According to witnesses and a large number of videos circulating online, a rare protest was spotted near Egypt’s iconic Tahrir Square where protesters chanted for the resignation of current President Abdel Fattah Al Sisi.
In tandem with the events, the hashtag #MidanAl Tahrir (The Square) is trending on Twitter, with already over 600,000 tweets about the protests.
Initially, the legitimacy of the protests has been a challenge to verify, with many critics, including popular TV host Amr Adeeb, calling the videos fake or a re-use of previous demonstrations. Local TV channels have also shown footage of Tahrir square devoid of protests.
However, Egyptian Streets received confirmation of the protests’ occurrence through residents in downtown Cairo. Protesters have been reportedly shouting ‘Sisi leave’, ‘Freedom’ and ‘The people want to topple the regime.’
News outlets such as MadaMasr and the BBC have also cited protests in the cities of Alexandria, Suez and Mansoura.
— Ha j ar (@biboua1907) September 20, 2019
Cairo’s protest is said to have started around on Friday night where large groups shouted anti-government slogans.
The social media videos have also depicted Egyptian security forces and police vehicles at the site of the protests which were dispersed in a matter of hours when tear gas was directed at the crowds, according to BBC Arabic.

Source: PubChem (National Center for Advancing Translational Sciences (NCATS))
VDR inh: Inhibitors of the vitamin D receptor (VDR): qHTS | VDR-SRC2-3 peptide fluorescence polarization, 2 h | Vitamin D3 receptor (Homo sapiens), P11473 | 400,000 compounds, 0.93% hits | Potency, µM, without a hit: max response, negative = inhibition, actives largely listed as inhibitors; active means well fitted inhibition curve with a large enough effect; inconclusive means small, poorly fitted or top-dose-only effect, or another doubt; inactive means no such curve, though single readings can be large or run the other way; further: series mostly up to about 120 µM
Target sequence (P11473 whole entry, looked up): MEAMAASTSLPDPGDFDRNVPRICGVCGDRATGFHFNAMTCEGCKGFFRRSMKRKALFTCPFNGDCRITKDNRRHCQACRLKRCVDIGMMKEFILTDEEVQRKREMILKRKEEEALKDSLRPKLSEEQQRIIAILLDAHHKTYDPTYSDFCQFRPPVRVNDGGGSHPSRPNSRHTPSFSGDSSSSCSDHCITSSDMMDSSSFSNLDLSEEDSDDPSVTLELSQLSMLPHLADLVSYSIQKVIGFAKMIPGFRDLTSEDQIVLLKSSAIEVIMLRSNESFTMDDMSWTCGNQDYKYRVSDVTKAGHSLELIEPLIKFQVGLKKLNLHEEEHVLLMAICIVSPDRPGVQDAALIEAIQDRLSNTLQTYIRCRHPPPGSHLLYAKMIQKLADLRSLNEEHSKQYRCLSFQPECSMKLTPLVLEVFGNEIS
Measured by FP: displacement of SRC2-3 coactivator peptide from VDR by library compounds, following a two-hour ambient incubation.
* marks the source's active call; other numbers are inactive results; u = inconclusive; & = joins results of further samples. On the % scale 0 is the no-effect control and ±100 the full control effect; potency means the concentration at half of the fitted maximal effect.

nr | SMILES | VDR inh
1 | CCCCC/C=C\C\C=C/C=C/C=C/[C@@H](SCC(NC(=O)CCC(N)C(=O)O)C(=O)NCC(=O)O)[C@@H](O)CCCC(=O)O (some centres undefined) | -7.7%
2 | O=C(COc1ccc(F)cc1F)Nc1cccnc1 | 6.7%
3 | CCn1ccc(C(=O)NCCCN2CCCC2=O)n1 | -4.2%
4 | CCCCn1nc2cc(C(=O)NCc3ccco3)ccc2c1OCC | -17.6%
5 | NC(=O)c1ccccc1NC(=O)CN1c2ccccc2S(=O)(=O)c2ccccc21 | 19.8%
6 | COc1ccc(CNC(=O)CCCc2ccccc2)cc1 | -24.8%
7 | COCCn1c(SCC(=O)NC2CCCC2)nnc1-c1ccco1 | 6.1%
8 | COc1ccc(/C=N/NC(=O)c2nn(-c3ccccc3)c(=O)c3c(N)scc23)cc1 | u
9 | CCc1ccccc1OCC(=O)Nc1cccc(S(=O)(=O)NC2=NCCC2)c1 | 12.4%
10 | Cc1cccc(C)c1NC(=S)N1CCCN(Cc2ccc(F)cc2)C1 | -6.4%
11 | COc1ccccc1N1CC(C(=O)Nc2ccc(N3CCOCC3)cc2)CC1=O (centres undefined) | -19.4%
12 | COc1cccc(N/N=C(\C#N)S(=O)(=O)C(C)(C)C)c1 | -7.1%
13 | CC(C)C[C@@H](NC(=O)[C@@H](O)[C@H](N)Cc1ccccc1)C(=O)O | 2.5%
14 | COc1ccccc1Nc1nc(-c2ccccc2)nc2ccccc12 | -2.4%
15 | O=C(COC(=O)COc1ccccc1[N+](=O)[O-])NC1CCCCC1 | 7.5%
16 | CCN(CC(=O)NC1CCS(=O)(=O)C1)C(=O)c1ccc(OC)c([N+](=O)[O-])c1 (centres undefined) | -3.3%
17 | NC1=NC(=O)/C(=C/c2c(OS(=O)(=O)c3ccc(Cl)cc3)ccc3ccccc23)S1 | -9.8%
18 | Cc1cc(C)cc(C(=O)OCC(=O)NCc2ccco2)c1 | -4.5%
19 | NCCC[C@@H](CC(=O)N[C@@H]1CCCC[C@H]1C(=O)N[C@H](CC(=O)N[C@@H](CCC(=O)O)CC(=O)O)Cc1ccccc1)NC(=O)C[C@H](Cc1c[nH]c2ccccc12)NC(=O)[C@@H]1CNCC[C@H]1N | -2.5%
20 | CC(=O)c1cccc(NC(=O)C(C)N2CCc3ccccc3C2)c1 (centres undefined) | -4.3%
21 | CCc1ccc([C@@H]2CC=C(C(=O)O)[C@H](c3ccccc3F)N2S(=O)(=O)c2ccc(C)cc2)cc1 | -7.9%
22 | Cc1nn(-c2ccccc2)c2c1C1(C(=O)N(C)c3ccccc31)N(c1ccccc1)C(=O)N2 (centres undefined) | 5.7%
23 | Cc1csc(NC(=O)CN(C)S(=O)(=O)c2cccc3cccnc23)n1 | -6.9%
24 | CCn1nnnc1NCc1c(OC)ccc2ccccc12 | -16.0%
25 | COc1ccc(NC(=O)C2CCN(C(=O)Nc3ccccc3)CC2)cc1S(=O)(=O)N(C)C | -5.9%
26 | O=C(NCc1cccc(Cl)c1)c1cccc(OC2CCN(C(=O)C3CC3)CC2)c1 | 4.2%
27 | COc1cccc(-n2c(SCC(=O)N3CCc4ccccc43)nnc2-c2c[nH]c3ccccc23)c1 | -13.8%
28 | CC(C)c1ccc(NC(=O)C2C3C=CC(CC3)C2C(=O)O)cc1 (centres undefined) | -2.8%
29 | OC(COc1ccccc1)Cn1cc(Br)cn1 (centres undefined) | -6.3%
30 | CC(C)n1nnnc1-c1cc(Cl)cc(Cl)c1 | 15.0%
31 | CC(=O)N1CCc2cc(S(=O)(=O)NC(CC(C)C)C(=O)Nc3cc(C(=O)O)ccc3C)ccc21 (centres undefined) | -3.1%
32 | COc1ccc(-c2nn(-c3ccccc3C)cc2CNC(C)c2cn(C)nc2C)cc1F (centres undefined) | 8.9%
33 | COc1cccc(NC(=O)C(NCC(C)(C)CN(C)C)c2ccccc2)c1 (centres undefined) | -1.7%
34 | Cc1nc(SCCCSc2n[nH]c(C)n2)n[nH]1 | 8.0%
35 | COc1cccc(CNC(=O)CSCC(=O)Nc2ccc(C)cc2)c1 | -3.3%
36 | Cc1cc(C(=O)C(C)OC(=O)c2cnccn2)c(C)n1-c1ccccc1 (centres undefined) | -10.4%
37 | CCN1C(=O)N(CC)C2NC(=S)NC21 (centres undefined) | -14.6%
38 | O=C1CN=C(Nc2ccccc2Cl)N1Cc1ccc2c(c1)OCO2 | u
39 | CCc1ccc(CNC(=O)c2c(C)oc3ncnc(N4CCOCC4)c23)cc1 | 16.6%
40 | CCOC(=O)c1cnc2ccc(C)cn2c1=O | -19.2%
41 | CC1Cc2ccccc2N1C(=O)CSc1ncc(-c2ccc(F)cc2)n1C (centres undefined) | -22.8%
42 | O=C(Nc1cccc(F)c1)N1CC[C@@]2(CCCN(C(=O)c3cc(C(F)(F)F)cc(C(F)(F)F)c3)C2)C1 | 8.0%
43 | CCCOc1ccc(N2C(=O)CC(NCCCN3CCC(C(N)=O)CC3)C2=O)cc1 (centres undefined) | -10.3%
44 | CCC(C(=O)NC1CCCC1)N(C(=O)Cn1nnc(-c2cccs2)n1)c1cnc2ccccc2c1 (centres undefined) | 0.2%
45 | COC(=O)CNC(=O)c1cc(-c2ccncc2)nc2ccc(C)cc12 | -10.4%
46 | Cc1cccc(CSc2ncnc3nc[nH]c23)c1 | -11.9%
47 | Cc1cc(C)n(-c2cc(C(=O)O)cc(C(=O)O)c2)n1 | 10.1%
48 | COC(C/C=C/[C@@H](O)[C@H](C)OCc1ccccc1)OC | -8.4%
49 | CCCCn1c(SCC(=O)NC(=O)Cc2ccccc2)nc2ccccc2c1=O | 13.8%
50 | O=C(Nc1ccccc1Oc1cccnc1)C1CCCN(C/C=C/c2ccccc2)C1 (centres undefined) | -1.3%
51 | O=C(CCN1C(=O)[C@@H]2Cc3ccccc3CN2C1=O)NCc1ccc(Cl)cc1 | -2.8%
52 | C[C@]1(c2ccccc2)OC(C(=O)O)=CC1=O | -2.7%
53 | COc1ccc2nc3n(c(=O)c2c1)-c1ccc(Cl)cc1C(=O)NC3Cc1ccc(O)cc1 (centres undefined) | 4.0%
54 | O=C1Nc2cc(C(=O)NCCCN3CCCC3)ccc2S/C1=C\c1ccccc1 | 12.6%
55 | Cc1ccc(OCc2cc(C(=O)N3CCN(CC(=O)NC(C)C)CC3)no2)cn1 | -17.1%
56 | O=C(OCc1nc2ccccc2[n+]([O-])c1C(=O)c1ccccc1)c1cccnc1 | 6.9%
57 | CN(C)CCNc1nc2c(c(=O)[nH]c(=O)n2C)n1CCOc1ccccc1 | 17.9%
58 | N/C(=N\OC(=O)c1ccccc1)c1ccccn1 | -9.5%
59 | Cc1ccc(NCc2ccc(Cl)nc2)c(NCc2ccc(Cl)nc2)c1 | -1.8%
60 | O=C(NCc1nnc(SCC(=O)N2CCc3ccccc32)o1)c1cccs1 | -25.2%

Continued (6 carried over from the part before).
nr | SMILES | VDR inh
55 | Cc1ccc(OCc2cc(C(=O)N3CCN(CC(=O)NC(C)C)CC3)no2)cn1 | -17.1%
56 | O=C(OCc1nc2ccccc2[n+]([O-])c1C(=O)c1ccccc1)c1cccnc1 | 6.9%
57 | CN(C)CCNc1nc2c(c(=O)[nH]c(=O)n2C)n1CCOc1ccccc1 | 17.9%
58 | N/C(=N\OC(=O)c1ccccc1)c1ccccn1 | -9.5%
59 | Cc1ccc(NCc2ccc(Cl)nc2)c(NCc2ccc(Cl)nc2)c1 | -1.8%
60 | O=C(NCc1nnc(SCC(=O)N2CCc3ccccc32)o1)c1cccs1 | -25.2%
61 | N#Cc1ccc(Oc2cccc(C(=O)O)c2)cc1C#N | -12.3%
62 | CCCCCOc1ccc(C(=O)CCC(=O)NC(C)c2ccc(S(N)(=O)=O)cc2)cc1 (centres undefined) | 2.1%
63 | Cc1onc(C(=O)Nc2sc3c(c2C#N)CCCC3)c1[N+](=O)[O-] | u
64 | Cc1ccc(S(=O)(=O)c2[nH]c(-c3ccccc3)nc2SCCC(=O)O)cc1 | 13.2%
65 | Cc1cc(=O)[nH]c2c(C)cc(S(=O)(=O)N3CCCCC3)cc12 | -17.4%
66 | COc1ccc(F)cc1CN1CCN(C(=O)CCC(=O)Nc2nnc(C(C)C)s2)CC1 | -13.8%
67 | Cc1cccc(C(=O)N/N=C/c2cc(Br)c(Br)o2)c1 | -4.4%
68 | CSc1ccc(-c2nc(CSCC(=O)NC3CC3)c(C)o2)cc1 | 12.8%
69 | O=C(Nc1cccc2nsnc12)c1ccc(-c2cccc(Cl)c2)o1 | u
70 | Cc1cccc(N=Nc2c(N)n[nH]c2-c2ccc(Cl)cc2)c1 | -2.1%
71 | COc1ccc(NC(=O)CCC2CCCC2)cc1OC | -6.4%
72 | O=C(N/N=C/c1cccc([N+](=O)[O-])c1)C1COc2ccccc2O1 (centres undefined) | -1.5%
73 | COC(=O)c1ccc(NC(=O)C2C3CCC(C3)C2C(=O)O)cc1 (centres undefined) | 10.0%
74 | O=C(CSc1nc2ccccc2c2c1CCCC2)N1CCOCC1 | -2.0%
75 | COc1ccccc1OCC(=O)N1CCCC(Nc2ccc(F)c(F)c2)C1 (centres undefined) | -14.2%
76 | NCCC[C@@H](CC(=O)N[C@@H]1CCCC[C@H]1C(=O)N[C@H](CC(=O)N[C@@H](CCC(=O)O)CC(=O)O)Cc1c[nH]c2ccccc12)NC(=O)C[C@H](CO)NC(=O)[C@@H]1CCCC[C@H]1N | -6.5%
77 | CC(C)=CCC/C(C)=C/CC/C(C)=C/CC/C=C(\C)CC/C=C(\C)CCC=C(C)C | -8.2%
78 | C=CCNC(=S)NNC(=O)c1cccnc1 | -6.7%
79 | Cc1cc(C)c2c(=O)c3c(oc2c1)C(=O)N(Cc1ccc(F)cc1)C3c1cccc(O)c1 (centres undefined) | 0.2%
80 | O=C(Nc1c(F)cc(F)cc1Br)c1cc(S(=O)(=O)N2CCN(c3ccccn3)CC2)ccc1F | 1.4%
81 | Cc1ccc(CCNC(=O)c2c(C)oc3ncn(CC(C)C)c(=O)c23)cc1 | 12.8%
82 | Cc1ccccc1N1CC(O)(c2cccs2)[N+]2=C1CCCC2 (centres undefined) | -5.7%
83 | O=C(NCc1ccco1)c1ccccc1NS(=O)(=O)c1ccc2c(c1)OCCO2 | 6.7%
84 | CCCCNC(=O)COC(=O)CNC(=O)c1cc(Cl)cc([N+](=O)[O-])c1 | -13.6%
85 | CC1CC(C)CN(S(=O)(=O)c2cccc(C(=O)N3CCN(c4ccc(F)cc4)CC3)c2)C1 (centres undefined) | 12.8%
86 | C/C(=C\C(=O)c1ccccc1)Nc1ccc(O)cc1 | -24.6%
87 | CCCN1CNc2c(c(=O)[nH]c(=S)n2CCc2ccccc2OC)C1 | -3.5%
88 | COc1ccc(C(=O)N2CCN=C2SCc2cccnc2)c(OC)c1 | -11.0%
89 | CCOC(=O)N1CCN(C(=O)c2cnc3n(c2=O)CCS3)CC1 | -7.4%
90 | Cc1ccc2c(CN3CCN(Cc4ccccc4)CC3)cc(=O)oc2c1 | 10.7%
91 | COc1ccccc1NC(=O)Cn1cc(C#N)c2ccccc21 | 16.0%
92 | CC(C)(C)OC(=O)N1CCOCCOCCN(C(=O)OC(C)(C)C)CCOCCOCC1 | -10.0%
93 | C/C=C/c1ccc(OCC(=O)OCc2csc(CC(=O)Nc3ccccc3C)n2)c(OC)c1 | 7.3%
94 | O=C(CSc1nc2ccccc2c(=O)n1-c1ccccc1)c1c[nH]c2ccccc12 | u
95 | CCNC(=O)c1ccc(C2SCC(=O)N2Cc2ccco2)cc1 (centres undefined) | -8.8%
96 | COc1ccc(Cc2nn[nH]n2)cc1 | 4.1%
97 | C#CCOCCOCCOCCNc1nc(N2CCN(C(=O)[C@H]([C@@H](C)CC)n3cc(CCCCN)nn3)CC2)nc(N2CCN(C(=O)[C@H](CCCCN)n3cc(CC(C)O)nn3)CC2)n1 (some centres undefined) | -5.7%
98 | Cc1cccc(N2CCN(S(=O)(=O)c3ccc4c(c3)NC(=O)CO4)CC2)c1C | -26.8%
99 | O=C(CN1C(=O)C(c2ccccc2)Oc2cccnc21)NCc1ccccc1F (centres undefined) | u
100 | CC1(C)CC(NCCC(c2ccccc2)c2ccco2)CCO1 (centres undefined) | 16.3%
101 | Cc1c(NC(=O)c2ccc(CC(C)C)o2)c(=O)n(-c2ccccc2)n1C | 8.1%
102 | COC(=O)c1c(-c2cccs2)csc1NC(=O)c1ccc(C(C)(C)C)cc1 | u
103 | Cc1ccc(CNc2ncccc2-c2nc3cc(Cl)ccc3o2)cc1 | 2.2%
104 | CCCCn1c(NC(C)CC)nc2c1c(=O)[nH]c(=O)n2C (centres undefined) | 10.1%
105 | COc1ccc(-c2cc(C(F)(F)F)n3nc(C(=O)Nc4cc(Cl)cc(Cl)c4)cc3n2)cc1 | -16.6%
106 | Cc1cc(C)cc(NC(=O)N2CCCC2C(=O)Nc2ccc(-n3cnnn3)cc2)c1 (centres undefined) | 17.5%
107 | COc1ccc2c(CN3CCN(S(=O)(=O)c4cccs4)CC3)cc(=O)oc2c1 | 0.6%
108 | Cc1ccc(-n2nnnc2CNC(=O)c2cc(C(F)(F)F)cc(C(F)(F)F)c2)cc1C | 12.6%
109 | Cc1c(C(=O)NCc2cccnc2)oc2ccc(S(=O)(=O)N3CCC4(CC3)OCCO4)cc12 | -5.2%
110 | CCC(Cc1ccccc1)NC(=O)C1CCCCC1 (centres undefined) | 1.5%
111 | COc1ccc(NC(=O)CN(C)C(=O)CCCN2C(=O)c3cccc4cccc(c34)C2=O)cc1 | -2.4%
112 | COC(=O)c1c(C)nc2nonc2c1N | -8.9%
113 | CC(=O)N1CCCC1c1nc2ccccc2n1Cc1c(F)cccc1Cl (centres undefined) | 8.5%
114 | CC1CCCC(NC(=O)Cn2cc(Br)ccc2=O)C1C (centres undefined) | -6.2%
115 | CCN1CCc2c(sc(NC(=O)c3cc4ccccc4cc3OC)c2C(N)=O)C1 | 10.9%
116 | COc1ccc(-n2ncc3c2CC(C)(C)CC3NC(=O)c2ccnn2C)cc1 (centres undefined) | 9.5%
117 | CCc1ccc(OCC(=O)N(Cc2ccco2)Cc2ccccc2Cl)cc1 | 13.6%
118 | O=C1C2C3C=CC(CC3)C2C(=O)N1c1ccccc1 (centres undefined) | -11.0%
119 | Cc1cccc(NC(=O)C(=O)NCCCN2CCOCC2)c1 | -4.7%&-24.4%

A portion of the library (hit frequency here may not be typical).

It is believed that the protests are a response to an online call for demonstration against government corruption, namely by Mohamed Ali.
The latter, a building contractor living in Spain, made claims in Facebook video posts accusing the Egyptian military and ruling class of corruption which have gone viral and drawn extensive criticism in the last couple of days.
In response, President Sisi has called the allegations ‘slander and lies’.
Hours after the Cairo protests, Ali issued another video post in which he also called for the president to resign; he also expressed simple wishes of seeing Egypt’s improvement and called the Egyptian population ‘brave’.
It is believed that Ali called for the protests after a football super cup final between Egyptian football clubs Ahly and Zamalek; as such, the hashtag #NazleinBa3dElMatch (We Are Protesting After the Match) started Trending on Twitter hours prior to the protests.
— Eduard Cousin (@EduardCousin) September 20, 2019
Protests are uncommon in current Egypt with riot police heavily cracking down on gatherers in Tahrir Square or calls for protests online.
While the events of 2011 are remembered nostalgically by activists and revolutionaries, a vast segment of Egyptian society follows the government narrative of considering the 2011 revolution an act of sabotage.
Its aftermath consisted of years of political instability which greatly hampered Egypt’s tourism and economy.